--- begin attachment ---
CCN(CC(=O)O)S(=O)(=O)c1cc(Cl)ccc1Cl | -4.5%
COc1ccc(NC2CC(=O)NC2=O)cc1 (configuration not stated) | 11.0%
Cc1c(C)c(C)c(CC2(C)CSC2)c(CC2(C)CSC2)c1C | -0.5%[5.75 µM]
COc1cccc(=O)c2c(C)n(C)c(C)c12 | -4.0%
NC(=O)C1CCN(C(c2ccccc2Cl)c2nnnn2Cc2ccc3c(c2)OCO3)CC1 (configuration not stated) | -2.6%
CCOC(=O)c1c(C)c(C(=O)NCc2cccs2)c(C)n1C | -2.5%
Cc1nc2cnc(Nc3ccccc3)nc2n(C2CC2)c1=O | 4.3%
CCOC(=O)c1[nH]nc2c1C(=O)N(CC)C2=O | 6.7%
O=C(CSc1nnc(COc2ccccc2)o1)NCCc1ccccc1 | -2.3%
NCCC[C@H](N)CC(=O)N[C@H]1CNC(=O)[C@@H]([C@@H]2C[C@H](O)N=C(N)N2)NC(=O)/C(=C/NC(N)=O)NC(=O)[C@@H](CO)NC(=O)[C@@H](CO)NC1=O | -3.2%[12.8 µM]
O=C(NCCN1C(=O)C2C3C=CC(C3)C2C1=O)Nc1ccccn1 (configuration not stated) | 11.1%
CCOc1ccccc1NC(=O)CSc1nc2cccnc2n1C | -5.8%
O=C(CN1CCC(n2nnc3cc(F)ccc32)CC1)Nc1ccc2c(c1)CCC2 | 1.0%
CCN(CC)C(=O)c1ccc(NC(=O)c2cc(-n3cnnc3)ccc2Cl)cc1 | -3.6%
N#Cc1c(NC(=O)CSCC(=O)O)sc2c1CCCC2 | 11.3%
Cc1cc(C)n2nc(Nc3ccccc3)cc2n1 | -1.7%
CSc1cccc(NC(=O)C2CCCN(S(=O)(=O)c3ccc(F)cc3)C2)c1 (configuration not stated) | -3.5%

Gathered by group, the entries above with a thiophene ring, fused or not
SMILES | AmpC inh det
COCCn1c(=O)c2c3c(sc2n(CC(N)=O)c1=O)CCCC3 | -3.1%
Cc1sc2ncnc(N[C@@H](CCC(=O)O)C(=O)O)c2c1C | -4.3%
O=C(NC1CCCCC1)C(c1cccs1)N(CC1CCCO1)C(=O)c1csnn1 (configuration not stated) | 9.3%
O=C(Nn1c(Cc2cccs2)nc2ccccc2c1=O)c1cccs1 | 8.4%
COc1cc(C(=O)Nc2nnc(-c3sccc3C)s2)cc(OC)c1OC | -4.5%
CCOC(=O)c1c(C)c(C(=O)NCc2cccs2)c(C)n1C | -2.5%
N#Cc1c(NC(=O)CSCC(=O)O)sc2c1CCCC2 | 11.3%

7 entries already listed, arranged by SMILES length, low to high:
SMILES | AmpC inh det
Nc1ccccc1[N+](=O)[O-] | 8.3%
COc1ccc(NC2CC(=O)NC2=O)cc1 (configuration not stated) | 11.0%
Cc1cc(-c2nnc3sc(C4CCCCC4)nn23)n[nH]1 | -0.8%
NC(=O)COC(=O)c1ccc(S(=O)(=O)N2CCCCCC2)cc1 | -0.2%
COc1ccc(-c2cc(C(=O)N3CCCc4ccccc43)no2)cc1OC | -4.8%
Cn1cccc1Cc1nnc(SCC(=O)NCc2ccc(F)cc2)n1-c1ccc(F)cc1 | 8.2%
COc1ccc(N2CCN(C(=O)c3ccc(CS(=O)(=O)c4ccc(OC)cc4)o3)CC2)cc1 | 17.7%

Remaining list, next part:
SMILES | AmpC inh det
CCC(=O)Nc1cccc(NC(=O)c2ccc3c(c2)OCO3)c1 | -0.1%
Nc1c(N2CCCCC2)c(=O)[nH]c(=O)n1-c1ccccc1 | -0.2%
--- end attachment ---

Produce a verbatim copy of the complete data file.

CCN(CC(=O)O)S(=O)(=O)c1cc(Cl)ccc1Cl | -4.5%
COc1ccc(NC2CC(=O)NC2=O)cc1 (configuration not stated) | 11.0%
Cc1c(C)c(C)c(CC2(C)CSC2)c(CC2(C)CSC2)c1C | -0.5%[5.75 µM]
COc1cccc(=O)c2c(C)n(C)c(C)c12 | -4.0%
NC(=O)C1CCN(C(c2ccccc2Cl)c2nnnn2Cc2ccc3c(c2)OCO3)CC1 (configuration not stated) | -2.6%
CCOC(=O)c1c(C)c(C(=O)NCc2cccs2)c(C)n1C | -2.5%
Cc1nc2cnc(Nc3ccccc3)nc2n(C2CC2)c1=O | 4.3%
CCOC(=O)c1[nH]nc2c1C(=O)N(CC)C2=O | 6.7%
O=C(CSc1nnc(COc2ccccc2)o1)NCCc1ccccc1 | -2.3%
NCCC[C@H](N)CC(=O)N[C@H]1CNC(=O)[C@@H]([C@@H]2C[C@H](O)N=C(N)N2)NC(=O)/C(=C/NC(N)=O)NC(=O)[C@@H](CO)NC(=O)[C@@H](CO)NC1=O | -3.2%[12.8 µM]
O=C(NCCN1C(=O)C2C3C=CC(C3)C2C1=O)Nc1ccccn1 (configuration not stated) | 11.1%
CCOc1ccccc1NC(=O)CSc1nc2cccnc2n1C | -5.8%
O=C(CN1CCC(n2nnc3cc(F)ccc32)CC1)Nc1ccc2c(c1)CCC2 | 1.0%
CCN(CC)C(=O)c1ccc(NC(=O)c2cc(-n3cnnc3)ccc2Cl)cc1 | -3.6%
N#Cc1c(NC(=O)CSCC(=O)O)sc2c1CCCC2 | 11.3%
Cc1cc(C)n2nc(Nc3ccccc3)cc2n1 | -1.7%
CSc1cccc(NC(=O)C2CCCN(S(=O)(=O)c3ccc(F)cc3)C2)c1 (configuration not stated) | -3.5%

Gathered by group, the entries above with a thiophene ring, fused or not
SMILES | AmpC inh det
COCCn1c(=O)c2c3c(sc2n(CC(N)=O)c1=O)CCCC3 | -3.1%
Cc1sc2ncnc(N[C@@H](CCC(=O)O)C(=O)O)c2c1C | -4.3%
O=C(NC1CCCCC1)C(c1cccs1)N(CC1CCCO1)C(=O)c1csnn1 (configuration not stated) | 9.3%
O=C(Nn1c(Cc2cccs2)nc2ccccc2c1=O)c1cccs1 | 8.4%
COc1cc(C(=O)Nc2nnc(-c3sccc3C)s2)cc(OC)c1OC | -4.5%
CCOC(=O)c1c(C)c(C(=O)NCc2cccs2)c(C)n1C | -2.5%
N#Cc1c(NC(=O)CSCC(=O)O)sc2c1CCCC2 | 11.3%

7 entries already listed, arranged by SMILES length, low to high:
SMILES | AmpC inh det
Nc1ccccc1[N+](=O)[O-] | 8.3%
COc1ccc(NC2CC(=O)NC2=O)cc1 (configuration not stated) | 11.0%
Cc1cc(-c2nnc3sc(C4CCCCC4)nn23)n[nH]1 | -0.8%
NC(=O)COC(=O)c1ccc(S(=O)(=O)N2CCCCCC2)cc1 | -0.2%
COc1ccc(-c2cc(C(=O)N3CCCc4ccccc43)no2)cc1OC | -4.8%
Cn1cccc1Cc1nnc(SCC(=O)NCc2ccc(F)cc2)n1-c1ccc(F)cc1 | 8.2%
COc1ccc(N2CCN(C(=O)c3ccc(CS(=O)(=O)c4ccc(OC)cc4)o3)CC2)cc1 | 17.7%

Remaining list, next part:
SMILES | AmpC inh det
CCC(=O)Nc1cccc(NC(=O)c2ccc3c(c2)OCO3)c1 | -0.1%
Nc1c(N2CCCCC2)c(=O)[nH]c(=O)n1-c1ccccc1 | -0.2%